Photo by NovemberLoveAdopting a dog can be very gratifying. However, it can easily turn into a nightmare if you don't know what you're getting into before you adopt. I did a ton of research before I decided to adopt a greyhound, and I'm glad I did because I knew (some)what to expect.
According to Heidi, there are three key issues to consider before you pick the right pooch for your pack.
How old are the members of your family?
If your kids are under 7 years old, Heidi says they're usually not ready for puppies 5 months old and under, or toy-sized (under 15 pounds) dogs of any age.
Puppies have ultra-sharp "milk teeth" and toenails and often teethe on and scratch children, resulting in unintentional injury to the child, causing the puppy to become something to be feared rather than loved. Toy dogs are fine-boned, touch-sensitive creatures that don't weather rough or clumsy handling well. They break relatively easily and are quicker to bite than their larger-boned, mellower relatives.
Unless your children are unusually sensitive, low-key, respectful individuals, a medium- to large-sized dog over 5 months old is usually the safer choice. Regardless of size, all interactions between small children and dogs should be monitored by a responsible adult.
At the opposite end of the spectrum, are there frail, elderly, or physically challenged individuals in your household? If so, strong vigorous adolescent dogs aren't a wise idea. A new dog must fit the current physical capabilities of his keepers with an eye toward what the next 10 to 15 years will bring.
Who will be the dog's primary caretaker?
A decade or so back, this was an easy question to answer -- Mom. She stayed home and cooked, cleaned, and raised the family dog. Most families these days don't have that option. This leaves the family dog to be sandwiched in between lessons and sports and household chores and so on. One parent should be designated Primary Caretaker to make sure the dog doesn't get lost in the shuffle.
During the 10- to 15-year lifespan of the average dog, your children will be growing in and out of various life stages, and the family dog's importance in their lives will wax and wane like the moon, so Heidi says to avoid saddling a child with total responsibility for the family dog and threatening to get rid of it if the child isn't providing that care. It isn't fair to the child or dog.
Choosing the family dog should include input from all family members. The selection experience is one the entire family can share. Doing some research and polling each family member about what's important to them in a dog will help pin down what you'll be looking for. Books like Daniel Tortora's The Right Dog for You or The ASPCA Complete Guide to Dogs can be tremendously helpful and can warn you away from unsuitable choices for your family's circumstances.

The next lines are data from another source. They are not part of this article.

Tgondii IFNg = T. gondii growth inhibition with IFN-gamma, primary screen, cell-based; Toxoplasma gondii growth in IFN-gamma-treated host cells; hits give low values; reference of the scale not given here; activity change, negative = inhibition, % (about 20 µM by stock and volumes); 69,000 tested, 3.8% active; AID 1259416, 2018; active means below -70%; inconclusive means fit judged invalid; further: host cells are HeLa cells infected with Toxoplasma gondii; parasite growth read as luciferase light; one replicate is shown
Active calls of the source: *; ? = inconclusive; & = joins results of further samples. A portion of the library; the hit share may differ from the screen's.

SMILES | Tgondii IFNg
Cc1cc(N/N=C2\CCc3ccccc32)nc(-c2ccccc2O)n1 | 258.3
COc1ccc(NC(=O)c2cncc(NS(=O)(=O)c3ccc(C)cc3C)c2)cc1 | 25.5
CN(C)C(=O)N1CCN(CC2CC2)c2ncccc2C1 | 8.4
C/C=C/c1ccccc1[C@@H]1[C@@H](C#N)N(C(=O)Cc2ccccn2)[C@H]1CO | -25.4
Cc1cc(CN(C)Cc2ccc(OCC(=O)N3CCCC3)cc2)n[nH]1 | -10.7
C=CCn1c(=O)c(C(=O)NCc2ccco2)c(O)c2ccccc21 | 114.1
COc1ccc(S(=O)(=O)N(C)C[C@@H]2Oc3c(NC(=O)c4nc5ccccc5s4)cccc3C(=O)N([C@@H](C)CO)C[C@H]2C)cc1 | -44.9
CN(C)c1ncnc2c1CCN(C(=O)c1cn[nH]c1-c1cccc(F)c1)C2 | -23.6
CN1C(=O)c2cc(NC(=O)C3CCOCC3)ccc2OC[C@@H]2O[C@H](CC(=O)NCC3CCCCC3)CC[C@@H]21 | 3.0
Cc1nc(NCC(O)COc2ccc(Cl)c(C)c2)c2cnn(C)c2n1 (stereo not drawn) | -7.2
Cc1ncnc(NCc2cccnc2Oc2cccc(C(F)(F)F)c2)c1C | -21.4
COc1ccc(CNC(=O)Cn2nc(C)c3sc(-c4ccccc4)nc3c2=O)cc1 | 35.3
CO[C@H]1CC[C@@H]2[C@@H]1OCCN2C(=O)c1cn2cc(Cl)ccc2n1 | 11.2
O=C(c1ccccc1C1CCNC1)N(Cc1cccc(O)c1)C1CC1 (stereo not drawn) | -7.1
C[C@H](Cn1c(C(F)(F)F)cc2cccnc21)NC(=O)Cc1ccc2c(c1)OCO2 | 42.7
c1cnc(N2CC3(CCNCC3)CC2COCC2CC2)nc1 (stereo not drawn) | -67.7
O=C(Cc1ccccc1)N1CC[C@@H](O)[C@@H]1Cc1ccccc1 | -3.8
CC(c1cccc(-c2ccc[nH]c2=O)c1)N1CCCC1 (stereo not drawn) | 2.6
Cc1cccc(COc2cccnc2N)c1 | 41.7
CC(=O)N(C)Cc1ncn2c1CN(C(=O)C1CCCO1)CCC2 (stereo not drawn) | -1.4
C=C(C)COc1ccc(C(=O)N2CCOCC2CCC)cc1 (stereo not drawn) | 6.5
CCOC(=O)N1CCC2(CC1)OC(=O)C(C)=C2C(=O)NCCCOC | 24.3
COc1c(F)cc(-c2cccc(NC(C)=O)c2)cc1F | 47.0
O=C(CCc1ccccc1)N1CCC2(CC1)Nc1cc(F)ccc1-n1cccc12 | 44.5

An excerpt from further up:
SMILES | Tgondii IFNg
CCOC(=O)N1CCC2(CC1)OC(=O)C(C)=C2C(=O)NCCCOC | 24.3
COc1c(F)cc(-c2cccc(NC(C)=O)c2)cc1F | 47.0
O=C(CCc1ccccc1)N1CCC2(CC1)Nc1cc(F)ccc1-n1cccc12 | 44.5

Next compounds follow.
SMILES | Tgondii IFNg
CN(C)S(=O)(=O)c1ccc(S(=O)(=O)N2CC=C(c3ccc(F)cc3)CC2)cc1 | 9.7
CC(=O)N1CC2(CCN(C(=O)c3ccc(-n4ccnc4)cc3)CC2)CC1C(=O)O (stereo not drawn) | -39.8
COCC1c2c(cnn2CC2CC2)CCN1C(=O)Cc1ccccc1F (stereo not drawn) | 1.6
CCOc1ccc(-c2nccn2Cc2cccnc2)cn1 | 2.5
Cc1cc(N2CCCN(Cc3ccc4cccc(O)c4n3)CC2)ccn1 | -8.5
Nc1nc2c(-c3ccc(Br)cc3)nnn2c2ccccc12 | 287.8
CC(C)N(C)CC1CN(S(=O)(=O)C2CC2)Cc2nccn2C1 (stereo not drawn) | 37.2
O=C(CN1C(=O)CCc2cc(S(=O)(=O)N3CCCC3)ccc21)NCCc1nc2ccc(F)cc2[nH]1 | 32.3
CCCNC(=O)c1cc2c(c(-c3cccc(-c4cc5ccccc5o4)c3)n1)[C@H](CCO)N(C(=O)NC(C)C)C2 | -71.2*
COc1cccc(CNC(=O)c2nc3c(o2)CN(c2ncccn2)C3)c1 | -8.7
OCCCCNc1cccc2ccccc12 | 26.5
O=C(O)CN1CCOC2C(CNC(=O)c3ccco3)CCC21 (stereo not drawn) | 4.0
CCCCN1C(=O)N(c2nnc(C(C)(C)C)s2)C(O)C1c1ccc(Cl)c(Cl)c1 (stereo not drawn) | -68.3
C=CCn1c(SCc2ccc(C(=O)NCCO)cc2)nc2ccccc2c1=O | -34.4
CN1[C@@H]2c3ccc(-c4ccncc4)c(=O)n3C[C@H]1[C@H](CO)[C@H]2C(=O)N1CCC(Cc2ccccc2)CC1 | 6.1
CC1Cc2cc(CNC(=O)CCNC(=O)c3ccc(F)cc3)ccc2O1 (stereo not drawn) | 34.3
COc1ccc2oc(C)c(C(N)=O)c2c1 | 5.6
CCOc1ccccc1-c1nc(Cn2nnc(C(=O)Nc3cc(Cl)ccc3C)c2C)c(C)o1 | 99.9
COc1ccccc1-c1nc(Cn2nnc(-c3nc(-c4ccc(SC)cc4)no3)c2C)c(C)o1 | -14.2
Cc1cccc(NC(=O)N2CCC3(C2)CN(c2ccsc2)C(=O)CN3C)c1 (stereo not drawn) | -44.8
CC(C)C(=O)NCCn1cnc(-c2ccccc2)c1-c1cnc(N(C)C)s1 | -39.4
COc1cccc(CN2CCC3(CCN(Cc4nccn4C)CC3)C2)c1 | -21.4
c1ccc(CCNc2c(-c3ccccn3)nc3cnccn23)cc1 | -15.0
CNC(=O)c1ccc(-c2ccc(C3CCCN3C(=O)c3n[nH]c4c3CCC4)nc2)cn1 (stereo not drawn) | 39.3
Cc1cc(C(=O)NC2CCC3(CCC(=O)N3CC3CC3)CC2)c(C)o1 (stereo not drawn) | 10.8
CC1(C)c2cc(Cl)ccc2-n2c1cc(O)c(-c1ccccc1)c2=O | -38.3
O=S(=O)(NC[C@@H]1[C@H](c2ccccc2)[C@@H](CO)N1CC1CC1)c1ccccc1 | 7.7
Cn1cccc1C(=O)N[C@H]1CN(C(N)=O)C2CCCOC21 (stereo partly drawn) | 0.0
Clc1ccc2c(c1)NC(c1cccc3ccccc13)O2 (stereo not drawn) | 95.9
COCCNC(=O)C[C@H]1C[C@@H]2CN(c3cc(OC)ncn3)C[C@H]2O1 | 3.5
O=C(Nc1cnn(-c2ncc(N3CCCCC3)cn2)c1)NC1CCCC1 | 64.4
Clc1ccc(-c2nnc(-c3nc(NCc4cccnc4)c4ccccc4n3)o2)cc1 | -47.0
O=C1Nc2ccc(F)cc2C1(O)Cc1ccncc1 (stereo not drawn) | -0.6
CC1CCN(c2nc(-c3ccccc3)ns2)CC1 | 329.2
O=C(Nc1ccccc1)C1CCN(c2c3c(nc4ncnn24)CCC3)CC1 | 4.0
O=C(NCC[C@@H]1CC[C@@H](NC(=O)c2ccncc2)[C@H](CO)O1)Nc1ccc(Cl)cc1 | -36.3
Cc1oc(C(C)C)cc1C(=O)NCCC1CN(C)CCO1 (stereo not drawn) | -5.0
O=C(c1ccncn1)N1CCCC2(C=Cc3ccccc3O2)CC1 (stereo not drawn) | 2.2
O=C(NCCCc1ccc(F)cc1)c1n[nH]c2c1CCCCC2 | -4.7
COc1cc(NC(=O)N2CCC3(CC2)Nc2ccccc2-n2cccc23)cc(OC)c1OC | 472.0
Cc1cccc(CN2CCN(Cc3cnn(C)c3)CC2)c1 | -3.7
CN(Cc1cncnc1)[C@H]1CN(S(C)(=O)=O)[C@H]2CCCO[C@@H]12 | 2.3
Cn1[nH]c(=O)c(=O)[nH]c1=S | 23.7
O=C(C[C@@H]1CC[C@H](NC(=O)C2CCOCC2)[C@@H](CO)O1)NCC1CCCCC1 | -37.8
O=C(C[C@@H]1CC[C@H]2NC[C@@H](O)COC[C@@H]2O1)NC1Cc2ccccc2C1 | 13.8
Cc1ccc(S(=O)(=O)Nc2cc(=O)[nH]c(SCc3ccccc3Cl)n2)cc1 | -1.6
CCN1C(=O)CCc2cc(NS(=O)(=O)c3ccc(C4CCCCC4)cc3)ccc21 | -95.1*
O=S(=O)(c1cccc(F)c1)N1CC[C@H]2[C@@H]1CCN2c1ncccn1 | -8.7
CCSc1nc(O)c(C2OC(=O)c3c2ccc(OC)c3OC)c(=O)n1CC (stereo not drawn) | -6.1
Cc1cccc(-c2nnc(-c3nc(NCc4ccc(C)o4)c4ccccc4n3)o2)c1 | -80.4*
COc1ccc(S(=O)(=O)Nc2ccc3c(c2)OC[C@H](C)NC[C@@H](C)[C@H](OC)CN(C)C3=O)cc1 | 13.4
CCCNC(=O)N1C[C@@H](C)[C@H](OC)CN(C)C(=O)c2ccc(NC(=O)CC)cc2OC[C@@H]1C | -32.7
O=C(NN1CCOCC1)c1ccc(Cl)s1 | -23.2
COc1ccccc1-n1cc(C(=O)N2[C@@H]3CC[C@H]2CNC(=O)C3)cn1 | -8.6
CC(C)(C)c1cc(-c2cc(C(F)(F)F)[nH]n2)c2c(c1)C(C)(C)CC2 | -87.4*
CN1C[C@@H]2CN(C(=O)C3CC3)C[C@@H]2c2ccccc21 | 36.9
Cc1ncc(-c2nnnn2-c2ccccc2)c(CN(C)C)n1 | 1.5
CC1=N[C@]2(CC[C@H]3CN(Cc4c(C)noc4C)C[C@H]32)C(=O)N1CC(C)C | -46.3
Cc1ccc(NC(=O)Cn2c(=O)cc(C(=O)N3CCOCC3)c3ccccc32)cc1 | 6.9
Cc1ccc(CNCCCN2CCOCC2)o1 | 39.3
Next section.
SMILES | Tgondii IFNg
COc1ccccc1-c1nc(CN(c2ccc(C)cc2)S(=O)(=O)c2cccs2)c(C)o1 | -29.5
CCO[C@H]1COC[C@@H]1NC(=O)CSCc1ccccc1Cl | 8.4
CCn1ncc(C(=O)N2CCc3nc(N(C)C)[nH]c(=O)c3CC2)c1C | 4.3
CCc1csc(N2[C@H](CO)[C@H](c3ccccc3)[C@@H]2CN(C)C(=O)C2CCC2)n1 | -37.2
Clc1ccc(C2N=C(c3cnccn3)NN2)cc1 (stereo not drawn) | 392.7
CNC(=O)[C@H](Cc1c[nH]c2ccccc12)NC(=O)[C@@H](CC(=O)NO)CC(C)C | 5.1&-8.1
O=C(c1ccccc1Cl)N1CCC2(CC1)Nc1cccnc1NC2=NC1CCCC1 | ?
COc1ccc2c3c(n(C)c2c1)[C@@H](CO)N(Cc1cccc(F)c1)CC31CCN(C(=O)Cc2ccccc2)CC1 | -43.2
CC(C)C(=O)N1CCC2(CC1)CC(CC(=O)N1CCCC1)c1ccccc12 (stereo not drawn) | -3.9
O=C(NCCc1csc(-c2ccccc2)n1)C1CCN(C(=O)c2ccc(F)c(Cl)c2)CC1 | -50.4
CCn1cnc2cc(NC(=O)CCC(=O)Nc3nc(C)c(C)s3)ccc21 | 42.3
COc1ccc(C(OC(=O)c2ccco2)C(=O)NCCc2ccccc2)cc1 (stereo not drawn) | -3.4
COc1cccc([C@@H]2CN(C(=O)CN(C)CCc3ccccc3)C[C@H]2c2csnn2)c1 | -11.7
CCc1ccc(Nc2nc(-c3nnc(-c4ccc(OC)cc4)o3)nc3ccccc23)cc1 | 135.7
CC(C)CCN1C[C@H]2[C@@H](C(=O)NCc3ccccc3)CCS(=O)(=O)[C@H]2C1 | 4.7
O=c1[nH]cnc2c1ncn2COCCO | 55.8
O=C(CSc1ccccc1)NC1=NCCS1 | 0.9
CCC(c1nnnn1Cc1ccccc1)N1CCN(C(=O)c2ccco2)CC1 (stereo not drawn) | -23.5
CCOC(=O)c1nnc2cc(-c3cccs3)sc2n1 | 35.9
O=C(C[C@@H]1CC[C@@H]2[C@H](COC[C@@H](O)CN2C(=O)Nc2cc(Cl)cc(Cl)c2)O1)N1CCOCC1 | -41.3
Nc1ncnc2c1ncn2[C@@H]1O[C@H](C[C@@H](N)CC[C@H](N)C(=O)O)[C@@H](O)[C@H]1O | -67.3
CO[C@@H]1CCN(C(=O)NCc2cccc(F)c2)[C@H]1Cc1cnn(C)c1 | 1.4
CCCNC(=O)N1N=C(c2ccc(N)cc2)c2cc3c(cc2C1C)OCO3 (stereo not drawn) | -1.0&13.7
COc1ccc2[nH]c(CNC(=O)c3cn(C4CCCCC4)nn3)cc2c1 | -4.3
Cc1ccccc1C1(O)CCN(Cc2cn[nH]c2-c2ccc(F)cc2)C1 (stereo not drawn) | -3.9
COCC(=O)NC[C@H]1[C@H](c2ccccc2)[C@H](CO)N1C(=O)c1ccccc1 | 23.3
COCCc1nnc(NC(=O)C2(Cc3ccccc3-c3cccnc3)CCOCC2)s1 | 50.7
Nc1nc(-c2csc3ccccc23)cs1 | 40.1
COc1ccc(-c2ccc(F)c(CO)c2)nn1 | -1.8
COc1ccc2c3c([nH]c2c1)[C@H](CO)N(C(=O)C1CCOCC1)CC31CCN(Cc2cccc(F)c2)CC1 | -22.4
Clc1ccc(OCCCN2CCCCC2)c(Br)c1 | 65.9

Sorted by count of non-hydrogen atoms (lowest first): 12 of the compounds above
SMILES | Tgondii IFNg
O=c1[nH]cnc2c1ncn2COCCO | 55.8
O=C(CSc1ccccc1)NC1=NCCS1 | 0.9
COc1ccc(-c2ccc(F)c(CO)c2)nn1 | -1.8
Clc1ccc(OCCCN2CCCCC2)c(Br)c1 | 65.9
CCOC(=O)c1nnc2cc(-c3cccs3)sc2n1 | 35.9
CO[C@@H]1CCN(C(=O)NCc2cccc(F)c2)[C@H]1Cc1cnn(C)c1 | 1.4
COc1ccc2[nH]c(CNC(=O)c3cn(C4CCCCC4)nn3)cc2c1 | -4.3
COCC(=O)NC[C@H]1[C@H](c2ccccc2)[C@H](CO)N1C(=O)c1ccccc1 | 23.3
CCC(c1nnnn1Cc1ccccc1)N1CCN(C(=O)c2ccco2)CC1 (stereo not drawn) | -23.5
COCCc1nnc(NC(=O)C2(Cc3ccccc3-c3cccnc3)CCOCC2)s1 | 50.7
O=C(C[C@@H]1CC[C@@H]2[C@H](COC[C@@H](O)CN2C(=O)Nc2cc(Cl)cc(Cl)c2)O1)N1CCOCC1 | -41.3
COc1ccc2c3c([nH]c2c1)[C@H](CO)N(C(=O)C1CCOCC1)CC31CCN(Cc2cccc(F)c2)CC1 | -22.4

How much can I spend?
The price to obtain a dog runs the gamut from free-to-a-good-home to several thousand dollars, and it doesn't always hold true that you get what you pay for.
The purchase price of a dog is a very small part of what the dog will actually cost. There's also food (and more food, in the case of a large or giant breed), grooming (fancy coated breeds such as Poodles, Cockers, and Shih Tzus need to be clipped often), chew toys (the vigorous chewers like a Bull Terrier or Mastiff can work their way through an $8 rawhide bone in a single sitting), outerwear (short-coated breeds like Greyhounds, Chihuahuas, and Whippets must have sweaters and coats in the winter or in lavishly air-conditioned interiors), and miscellaneous supplies (bowls, beds, brushes, shampoos, flea products, odor neutralizers for accidents, baby gates, leashes, collars, heartworm preventative, etc.).
And don't forget the dreaded veterinary emergency! My own vet emergency experiences have racked up thousands of dollars, which can be especially shocking in the wee hours of the morning, when said emergencies usually occur.
Beyond money, how much time and energy can you spend on a dog? According to Heidi, in general, the Sporting, Hounds, Herding, and Terrier breeds will demand more time in training and daily exercise than will the Guardian or Companion breeds. A puppy or adolescent will need more exercise, training, and supervision than an adult dog. And the first year with any new dog regardless of age or breed type will put more demands on the owner than any other time, for this is when you're setting up house rules and routines, which will last for the lifetime of your dog.
What factors did you consider before you brought your dog(s) home?